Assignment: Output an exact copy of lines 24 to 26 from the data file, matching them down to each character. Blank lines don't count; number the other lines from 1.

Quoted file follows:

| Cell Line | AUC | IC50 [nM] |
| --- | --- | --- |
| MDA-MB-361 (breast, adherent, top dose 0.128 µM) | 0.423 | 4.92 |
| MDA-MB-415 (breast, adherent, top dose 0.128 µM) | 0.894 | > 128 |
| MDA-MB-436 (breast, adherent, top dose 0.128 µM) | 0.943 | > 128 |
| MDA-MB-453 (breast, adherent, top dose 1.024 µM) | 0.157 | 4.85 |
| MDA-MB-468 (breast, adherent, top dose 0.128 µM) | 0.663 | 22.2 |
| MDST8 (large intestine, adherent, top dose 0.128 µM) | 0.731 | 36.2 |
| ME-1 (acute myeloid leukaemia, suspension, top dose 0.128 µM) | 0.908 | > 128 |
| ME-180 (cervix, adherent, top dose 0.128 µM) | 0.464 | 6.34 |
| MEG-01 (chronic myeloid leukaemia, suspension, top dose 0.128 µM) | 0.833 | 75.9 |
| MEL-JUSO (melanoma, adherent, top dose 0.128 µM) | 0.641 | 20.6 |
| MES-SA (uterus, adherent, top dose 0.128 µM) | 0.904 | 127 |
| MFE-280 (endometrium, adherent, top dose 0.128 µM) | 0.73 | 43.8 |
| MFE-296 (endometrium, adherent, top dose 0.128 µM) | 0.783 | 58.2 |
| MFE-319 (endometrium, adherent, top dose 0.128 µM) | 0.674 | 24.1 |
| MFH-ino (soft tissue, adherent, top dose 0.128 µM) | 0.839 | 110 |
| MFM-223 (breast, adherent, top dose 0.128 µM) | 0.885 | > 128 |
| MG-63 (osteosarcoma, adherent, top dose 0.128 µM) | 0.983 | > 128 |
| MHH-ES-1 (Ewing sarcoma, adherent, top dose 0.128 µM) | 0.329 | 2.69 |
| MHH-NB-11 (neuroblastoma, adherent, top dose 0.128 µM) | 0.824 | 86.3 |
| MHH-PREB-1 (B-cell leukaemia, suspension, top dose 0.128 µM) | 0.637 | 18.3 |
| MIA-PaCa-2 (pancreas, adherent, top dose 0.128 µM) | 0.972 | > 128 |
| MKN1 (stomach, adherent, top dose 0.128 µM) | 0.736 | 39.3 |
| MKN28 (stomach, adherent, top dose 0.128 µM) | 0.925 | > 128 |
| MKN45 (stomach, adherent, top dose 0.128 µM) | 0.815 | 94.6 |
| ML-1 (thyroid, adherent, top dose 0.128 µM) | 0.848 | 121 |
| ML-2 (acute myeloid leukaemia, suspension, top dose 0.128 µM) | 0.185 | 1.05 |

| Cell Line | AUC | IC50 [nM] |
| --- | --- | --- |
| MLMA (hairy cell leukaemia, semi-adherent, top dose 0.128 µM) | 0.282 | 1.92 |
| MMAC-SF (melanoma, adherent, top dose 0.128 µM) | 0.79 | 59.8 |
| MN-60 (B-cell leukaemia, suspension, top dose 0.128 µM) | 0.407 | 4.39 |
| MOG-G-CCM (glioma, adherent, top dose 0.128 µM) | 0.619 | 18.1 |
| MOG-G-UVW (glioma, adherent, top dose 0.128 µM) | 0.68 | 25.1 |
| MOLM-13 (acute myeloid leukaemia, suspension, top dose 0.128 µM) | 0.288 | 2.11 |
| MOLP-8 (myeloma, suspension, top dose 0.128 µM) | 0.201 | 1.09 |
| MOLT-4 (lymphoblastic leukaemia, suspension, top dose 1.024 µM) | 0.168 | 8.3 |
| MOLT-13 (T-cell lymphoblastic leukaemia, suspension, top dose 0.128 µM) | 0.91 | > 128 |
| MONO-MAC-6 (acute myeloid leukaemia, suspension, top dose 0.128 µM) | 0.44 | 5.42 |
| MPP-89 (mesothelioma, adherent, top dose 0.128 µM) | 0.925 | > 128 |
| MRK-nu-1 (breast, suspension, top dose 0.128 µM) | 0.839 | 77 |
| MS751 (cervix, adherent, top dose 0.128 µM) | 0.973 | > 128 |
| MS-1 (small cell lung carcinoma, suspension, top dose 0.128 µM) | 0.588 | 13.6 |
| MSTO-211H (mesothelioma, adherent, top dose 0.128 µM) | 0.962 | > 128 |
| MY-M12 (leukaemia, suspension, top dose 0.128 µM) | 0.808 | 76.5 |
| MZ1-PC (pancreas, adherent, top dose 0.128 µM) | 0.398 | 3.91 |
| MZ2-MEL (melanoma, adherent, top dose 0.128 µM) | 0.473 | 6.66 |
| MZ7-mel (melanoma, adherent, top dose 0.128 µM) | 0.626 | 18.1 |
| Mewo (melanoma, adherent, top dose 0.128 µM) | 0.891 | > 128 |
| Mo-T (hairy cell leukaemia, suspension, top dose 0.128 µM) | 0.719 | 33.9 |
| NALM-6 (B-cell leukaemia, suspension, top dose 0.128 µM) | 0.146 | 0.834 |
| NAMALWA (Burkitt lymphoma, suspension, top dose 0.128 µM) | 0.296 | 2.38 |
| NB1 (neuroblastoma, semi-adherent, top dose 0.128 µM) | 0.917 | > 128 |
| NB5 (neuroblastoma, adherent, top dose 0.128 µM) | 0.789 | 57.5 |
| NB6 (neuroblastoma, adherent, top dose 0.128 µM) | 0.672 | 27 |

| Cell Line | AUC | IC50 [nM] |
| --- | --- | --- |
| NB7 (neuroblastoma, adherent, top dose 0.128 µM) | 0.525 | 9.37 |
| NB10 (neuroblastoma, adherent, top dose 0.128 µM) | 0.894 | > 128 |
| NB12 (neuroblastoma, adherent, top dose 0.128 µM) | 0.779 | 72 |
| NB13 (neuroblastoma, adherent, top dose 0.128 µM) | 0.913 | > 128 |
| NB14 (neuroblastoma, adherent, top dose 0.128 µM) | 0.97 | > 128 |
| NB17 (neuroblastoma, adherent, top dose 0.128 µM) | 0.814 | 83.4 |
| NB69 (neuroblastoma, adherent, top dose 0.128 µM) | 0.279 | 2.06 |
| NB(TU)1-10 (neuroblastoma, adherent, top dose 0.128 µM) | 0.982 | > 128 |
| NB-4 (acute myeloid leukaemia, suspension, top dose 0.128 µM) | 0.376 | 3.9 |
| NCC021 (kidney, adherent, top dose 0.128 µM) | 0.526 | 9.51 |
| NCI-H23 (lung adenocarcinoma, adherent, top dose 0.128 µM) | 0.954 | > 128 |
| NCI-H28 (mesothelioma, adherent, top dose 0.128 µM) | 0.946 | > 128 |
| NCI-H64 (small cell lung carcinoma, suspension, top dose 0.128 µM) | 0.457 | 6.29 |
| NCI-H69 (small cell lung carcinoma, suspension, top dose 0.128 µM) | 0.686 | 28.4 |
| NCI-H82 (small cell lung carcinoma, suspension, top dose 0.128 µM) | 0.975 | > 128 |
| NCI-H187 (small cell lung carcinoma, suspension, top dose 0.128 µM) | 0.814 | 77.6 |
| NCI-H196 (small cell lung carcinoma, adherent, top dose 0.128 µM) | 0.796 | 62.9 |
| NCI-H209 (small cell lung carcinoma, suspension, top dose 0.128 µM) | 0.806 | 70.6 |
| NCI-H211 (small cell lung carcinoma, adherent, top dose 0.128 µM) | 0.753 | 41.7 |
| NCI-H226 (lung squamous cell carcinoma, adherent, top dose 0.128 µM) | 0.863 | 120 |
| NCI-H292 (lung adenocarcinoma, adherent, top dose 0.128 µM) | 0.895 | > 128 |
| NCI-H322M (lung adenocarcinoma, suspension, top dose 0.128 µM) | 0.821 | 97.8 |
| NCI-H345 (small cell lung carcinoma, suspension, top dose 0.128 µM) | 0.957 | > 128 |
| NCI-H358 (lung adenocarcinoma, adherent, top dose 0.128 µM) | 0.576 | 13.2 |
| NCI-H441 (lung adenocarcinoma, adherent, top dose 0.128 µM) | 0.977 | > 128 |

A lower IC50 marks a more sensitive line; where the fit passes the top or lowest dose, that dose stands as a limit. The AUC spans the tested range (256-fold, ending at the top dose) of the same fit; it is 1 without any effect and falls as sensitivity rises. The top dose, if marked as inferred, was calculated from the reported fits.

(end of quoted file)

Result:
| MKN1 (stomach, adherent, top dose 0.128 µM) | 0.736 | 39.3 |
| MKN28 (stomach, adherent, top dose 0.128 µM) | 0.925 | > 128 |
| MKN45 (stomach, adherent, top dose 0.128 µM) | 0.815 | 94.6 |